Supreme Court Rules in Favour of Transgender Military Ban Due to Mental Health & Sex Change Costs
The US Supreme Court has ruled that President Trump’s ban on transgender people in the military can go ahead, ending almost two years of legal wrangling.
The justices voted 5-4 in favor of the ban, with four of the court’s more liberal justices – Ruth Bader Ginsburg, Stephen Breyer, Sonia Sotomayor and Elena Kagan – dissenting.
Trump’s legal struggle to bar transgender people from military service began in 2017, when he announced via Twitter that the country would no longer “accept or allow” transgender people to serve, citing “tremendous medical costs and disruption.”
The ban was placed into effect in March, with the blessing of then-defense secretary James Mattis, who wrote in a memo to the president that there are “substantial risks associated with allowing the accession and retention of individuals with a history or diagnosis of gender dysphoria.” Allowing transgender troops to serve, Mattis argued, would affect the military’s combat readiness and “lethality,” and should be banned in all but the most exceptional circumstances.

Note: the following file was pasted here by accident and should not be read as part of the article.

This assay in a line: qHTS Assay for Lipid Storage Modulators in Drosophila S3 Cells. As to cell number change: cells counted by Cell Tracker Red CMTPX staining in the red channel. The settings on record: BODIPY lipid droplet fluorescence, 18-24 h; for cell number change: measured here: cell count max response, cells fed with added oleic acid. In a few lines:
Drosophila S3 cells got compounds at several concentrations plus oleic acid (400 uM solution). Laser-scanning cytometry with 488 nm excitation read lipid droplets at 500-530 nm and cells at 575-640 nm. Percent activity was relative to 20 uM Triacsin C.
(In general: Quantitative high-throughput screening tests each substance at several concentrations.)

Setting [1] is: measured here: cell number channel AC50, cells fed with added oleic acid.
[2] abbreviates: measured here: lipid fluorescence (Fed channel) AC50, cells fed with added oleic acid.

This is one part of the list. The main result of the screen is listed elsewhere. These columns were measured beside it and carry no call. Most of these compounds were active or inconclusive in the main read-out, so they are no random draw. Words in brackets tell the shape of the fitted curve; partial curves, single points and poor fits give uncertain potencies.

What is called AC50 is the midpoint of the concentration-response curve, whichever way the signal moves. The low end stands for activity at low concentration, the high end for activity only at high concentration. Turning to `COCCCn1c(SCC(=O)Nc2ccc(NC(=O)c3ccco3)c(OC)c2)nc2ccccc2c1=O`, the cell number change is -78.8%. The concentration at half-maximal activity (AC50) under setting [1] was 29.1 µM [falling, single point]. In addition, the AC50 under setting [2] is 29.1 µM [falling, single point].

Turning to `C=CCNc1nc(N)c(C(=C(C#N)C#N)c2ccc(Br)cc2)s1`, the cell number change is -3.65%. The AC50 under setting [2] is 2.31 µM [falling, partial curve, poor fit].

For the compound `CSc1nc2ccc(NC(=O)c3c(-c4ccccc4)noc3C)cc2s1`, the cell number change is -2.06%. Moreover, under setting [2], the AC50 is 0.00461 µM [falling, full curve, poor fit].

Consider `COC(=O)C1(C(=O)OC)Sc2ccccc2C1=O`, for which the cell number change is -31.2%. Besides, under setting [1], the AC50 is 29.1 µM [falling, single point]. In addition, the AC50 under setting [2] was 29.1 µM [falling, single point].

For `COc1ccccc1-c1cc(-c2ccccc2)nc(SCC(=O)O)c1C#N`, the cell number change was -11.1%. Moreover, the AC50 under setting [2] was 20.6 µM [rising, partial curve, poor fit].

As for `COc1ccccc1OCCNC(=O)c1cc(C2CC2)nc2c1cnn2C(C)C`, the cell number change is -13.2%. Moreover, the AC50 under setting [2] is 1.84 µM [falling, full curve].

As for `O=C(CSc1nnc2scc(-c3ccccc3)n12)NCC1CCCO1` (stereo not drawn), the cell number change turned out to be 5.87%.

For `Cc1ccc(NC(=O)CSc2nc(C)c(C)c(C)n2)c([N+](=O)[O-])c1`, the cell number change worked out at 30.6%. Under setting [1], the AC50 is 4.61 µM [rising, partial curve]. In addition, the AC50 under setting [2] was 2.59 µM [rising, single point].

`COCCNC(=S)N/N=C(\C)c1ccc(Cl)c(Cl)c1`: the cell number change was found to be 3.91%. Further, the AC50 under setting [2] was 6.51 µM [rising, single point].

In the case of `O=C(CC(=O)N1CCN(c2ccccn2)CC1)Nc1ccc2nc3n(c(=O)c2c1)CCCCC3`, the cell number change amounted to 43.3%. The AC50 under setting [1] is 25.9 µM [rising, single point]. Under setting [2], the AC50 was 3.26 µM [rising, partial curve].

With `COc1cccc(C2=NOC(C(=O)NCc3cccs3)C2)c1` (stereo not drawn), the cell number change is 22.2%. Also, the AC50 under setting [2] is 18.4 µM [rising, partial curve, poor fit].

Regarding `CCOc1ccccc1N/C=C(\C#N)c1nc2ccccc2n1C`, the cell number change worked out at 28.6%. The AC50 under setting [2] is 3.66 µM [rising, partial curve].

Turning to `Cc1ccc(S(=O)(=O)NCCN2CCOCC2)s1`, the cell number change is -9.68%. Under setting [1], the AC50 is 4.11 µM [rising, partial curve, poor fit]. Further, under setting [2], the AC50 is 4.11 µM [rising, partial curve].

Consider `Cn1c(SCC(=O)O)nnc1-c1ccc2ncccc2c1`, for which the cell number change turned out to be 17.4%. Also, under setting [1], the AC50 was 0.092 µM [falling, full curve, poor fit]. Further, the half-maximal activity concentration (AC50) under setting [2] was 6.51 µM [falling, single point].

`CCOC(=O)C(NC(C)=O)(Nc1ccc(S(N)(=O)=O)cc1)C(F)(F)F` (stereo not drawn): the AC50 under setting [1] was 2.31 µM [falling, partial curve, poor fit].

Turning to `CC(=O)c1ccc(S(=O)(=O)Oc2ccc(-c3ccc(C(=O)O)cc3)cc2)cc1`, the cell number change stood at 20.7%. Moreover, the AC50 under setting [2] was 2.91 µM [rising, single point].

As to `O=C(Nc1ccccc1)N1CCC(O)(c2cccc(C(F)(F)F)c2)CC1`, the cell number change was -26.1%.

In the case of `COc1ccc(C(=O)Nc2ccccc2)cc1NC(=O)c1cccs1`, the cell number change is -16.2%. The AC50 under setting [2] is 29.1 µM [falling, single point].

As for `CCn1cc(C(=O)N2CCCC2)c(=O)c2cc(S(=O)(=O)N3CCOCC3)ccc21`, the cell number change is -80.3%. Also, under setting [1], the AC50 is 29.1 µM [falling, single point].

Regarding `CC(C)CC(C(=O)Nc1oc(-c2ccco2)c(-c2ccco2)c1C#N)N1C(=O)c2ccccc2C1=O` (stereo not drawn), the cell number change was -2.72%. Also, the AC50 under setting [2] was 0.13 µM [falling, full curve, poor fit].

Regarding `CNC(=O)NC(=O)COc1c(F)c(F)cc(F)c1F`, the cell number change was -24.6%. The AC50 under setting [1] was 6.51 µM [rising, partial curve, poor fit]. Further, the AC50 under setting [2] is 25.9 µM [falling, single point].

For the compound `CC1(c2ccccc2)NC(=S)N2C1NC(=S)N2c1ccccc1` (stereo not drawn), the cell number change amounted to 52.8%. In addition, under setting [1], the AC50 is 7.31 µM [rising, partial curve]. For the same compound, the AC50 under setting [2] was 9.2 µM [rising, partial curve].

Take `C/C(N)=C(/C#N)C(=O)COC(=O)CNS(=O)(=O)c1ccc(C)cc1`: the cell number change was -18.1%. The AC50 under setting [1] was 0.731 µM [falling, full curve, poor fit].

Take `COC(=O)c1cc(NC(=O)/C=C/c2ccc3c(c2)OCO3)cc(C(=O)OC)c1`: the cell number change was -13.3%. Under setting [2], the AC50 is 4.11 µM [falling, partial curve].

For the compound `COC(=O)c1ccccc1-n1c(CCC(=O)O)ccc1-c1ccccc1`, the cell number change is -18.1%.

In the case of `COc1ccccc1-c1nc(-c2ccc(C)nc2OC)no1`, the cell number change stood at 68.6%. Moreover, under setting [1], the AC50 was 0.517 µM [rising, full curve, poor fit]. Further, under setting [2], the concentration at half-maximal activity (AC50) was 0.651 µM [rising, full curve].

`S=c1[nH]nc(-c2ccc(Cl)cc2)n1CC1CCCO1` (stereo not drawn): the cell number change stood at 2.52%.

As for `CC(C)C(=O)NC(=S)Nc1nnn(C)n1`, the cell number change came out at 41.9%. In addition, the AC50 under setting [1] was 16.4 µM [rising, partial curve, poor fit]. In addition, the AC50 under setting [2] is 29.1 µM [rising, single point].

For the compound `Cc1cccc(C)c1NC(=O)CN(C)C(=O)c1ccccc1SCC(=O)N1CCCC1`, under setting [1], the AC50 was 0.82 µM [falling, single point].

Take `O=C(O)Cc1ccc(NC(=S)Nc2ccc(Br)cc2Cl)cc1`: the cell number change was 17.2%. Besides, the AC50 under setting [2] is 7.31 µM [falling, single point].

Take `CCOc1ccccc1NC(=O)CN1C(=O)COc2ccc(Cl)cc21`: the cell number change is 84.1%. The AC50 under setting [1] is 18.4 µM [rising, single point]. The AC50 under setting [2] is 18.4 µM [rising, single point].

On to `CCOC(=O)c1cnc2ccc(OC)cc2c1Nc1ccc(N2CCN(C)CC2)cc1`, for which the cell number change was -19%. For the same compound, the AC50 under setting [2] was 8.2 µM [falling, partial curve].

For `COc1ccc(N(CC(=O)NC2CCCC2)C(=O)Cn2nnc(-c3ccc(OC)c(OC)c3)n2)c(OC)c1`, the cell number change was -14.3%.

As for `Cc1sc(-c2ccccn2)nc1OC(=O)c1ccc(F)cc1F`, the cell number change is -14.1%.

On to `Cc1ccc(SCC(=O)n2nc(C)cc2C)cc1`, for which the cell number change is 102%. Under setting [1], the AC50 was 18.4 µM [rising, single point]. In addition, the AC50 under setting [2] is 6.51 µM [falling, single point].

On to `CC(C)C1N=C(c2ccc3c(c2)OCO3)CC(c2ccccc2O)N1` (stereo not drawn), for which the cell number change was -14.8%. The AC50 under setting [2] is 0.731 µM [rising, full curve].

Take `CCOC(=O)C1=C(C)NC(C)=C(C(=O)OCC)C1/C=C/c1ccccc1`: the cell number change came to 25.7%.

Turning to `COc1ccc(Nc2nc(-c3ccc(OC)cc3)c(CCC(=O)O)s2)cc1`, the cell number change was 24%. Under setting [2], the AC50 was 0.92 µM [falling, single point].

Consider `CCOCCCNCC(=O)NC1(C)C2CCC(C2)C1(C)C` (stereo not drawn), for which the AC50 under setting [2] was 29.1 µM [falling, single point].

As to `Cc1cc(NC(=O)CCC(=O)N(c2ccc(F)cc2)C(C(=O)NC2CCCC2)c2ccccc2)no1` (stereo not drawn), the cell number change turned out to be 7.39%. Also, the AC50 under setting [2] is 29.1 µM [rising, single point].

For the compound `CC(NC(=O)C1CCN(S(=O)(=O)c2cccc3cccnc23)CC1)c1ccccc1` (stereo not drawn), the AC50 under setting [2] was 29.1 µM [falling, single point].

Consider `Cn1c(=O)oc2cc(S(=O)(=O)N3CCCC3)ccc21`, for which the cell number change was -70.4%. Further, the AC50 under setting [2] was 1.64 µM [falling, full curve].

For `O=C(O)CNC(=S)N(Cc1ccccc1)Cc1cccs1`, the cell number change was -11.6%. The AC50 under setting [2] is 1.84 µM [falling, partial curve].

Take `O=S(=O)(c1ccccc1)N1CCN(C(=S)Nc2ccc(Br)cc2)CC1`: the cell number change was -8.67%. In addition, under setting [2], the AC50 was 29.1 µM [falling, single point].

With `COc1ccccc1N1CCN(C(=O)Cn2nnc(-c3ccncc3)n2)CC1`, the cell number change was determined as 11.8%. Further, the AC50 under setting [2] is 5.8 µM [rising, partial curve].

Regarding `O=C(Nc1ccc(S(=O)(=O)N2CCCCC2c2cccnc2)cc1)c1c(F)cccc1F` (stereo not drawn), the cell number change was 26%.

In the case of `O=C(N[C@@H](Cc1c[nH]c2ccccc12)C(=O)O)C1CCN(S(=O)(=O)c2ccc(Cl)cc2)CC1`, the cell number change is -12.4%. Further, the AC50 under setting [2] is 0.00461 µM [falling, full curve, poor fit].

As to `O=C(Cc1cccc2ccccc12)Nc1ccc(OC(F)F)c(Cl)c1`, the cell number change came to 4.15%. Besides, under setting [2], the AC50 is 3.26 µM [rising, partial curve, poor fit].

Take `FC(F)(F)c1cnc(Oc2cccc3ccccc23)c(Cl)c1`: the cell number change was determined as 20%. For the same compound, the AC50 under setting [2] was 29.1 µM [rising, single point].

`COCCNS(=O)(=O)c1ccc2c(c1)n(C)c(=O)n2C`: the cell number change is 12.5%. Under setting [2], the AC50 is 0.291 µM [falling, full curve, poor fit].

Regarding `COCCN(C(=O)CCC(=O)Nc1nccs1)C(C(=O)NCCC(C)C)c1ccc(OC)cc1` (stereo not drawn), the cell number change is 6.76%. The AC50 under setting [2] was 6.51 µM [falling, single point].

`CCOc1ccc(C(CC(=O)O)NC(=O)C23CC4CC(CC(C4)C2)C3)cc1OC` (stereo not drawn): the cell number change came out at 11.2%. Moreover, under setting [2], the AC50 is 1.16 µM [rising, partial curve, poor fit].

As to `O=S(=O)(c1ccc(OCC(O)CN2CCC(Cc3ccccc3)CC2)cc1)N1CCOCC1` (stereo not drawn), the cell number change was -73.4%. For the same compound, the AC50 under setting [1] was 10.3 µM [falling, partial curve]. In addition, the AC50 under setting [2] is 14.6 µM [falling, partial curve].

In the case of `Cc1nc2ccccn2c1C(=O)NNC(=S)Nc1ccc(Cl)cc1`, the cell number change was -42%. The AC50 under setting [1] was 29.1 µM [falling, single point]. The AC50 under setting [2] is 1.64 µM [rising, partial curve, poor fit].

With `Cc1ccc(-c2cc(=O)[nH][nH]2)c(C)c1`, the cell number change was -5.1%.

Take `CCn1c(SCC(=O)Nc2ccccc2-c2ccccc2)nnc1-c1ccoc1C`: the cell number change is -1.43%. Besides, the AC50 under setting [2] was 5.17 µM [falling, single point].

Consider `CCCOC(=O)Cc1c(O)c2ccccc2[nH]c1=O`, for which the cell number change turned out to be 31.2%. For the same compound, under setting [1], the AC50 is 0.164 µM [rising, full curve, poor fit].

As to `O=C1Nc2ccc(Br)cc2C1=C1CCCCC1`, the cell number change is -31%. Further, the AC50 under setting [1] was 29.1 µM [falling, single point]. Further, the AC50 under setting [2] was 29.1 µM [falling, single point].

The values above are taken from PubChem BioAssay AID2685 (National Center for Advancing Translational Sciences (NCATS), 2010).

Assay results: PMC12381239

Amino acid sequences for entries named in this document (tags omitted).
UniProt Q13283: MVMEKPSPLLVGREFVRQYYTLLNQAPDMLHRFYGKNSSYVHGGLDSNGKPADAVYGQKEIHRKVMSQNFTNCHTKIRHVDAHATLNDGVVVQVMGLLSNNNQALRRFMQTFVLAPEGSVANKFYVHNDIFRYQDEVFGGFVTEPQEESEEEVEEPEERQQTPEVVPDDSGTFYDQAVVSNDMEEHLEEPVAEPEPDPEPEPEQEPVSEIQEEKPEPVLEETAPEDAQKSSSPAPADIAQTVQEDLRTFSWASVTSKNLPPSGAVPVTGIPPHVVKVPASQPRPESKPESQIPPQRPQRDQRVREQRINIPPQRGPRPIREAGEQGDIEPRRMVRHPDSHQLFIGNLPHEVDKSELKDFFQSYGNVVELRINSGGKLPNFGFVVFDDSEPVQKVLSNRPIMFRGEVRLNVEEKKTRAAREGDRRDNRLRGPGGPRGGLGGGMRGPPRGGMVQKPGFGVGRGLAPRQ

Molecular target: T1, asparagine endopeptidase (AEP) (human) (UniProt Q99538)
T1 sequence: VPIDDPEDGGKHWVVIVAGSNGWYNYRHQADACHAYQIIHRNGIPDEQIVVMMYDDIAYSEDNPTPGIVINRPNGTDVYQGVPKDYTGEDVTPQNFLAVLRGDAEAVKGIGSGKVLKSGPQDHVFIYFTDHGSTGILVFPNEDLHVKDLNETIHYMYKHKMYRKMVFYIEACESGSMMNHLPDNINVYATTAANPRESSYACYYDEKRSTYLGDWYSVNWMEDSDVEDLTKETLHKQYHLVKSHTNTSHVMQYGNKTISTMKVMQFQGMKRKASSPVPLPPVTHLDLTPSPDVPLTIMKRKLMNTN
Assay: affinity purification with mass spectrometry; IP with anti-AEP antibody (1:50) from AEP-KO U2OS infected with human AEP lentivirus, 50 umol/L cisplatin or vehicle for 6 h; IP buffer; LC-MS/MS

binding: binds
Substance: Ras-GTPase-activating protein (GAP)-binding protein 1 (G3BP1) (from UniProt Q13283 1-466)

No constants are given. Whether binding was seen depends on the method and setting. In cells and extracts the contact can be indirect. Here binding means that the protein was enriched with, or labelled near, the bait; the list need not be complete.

While Trump initially proposed a blanket ban, Mattis’ recommendations only barred transgender individuals with a history of gender dysphoria – considered by the World Health Organization to be a mental illness until June 2018 – and plans to transition.
Nevertheless, several federal courts placed injunctions on Trump’s ban, which were lifted by Tuesday’s Supreme Court decision. However, the Supreme Court will not conduct a full review of the policy until the 9th Circuit Court of Appeals, which originally blocked the ban, has issued a ruling on it.
Transgender Americans had been barred from military service since the early 1960s, until the Obama administration lifted the ban in 2016. A 2016 RAND study estimated that there were between 1,300 and 6,600 transgender troops in active duty.